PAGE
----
Let’s look at the facts for a moment. The story doesn’t end there and Dispatches, to their credit, touched on it. The existence of fast fashion and super cheap clothes has a huge role to play in the existence of sweatshops. In yesteryear clothes were luxury items, to be worn over and over; to be mended and repaired, to be recycled into new garments. Not so anymore.  Some of the responsibility must inevitably fall on the heads of all of us. How often have you bought a cheap top, or bargain basement jeans, or a £15 dress that was such a steal it’d be rude not to buy it? I know I have (not the dress, but you get the picture). How often do you really think about where that has come from? The Dispatches vox pop revealed that few people actually do.

Illustration by Willa Gebbie

The fact is until UK consumers begin to demand better working conditions and simultaneously agree to pay for them little will change. When asked why UK retailers rarely manufacture in the UK anymore, the answer is simple. The UK consumer won’t pay the necessary price. Why do these sweatshops exist? Because on ever dwindling profit margins short cuts will happen. Blind eyes will be turned – a feeling echoed by both Mary Portas and Melanie Rickey in their tweets after the show. Such things are, again, totally unacceptable.

I used to get asked to make outfits for people. When I gave honest rock bottom quotes, I found most of these requests vanished. Why pay £100 for a shirt when you can go down town and get one for a tenner? Scales of economy and an essentially bespoke service aside, it’s the same thing. Regardless of who does it, every piece has to be cut, every seam sewn, and every feature, rhinestone, embellishment and sequin attached. A suit has over 140 separate pieces, a zipper five, a shirt cuff six or more including buttons and buttonholes.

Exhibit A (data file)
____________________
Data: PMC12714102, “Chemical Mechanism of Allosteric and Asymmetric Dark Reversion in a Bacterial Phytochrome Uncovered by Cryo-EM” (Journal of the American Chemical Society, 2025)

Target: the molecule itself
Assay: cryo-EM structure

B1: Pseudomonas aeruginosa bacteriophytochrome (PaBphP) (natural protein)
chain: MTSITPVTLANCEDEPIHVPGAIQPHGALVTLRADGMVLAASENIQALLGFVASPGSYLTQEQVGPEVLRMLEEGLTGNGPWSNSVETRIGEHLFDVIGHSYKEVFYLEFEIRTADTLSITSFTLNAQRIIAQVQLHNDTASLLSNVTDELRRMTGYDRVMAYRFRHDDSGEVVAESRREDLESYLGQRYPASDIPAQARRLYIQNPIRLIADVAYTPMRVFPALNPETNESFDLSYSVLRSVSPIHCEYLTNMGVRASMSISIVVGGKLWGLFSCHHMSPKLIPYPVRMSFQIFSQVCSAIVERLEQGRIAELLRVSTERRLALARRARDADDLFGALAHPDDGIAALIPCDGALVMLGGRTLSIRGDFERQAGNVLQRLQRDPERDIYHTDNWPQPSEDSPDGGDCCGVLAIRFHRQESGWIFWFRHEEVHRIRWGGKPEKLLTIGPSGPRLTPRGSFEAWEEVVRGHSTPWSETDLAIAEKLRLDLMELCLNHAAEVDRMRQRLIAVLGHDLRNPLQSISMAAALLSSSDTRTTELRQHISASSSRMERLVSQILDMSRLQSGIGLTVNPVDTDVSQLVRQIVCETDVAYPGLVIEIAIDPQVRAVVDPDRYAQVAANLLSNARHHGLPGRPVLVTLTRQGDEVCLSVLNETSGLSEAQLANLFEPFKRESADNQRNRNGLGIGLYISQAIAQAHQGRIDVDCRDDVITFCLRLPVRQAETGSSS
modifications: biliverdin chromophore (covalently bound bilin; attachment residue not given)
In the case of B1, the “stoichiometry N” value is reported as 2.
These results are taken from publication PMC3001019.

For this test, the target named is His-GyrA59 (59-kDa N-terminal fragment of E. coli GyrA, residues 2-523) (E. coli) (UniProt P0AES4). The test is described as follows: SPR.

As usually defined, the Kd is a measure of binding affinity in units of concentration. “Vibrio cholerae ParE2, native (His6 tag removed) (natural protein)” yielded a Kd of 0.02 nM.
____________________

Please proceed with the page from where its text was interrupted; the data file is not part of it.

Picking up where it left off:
A lot of work goes into the shirt on your back. Those making it deserve to get paid a living wage, and work in safe conditions. Those manufacturing deserve to make a profit. The consumer deserves quality goods at the right price. At some point someone is going to lose out. Nine times out of ten this will be the person we can’t directly see.

Illustration by Karolina Burdon

So what do we do? A little bit of research goes a long way. Check out responsible manufacturers, check out your local boutiques (a small designer is often more likely to be ethical and more importantly the chance of bumping into someone in the same outfit is greatly reduced), check out eco-fashion labels (for instance in Amelia’s new book) or places like Traid, and check out ASOS’ own brand.Your t-shirt may cost £25 instead of £5, your jeans £40 instead of £15, but in each tiny way it’ll help stop sweatshops.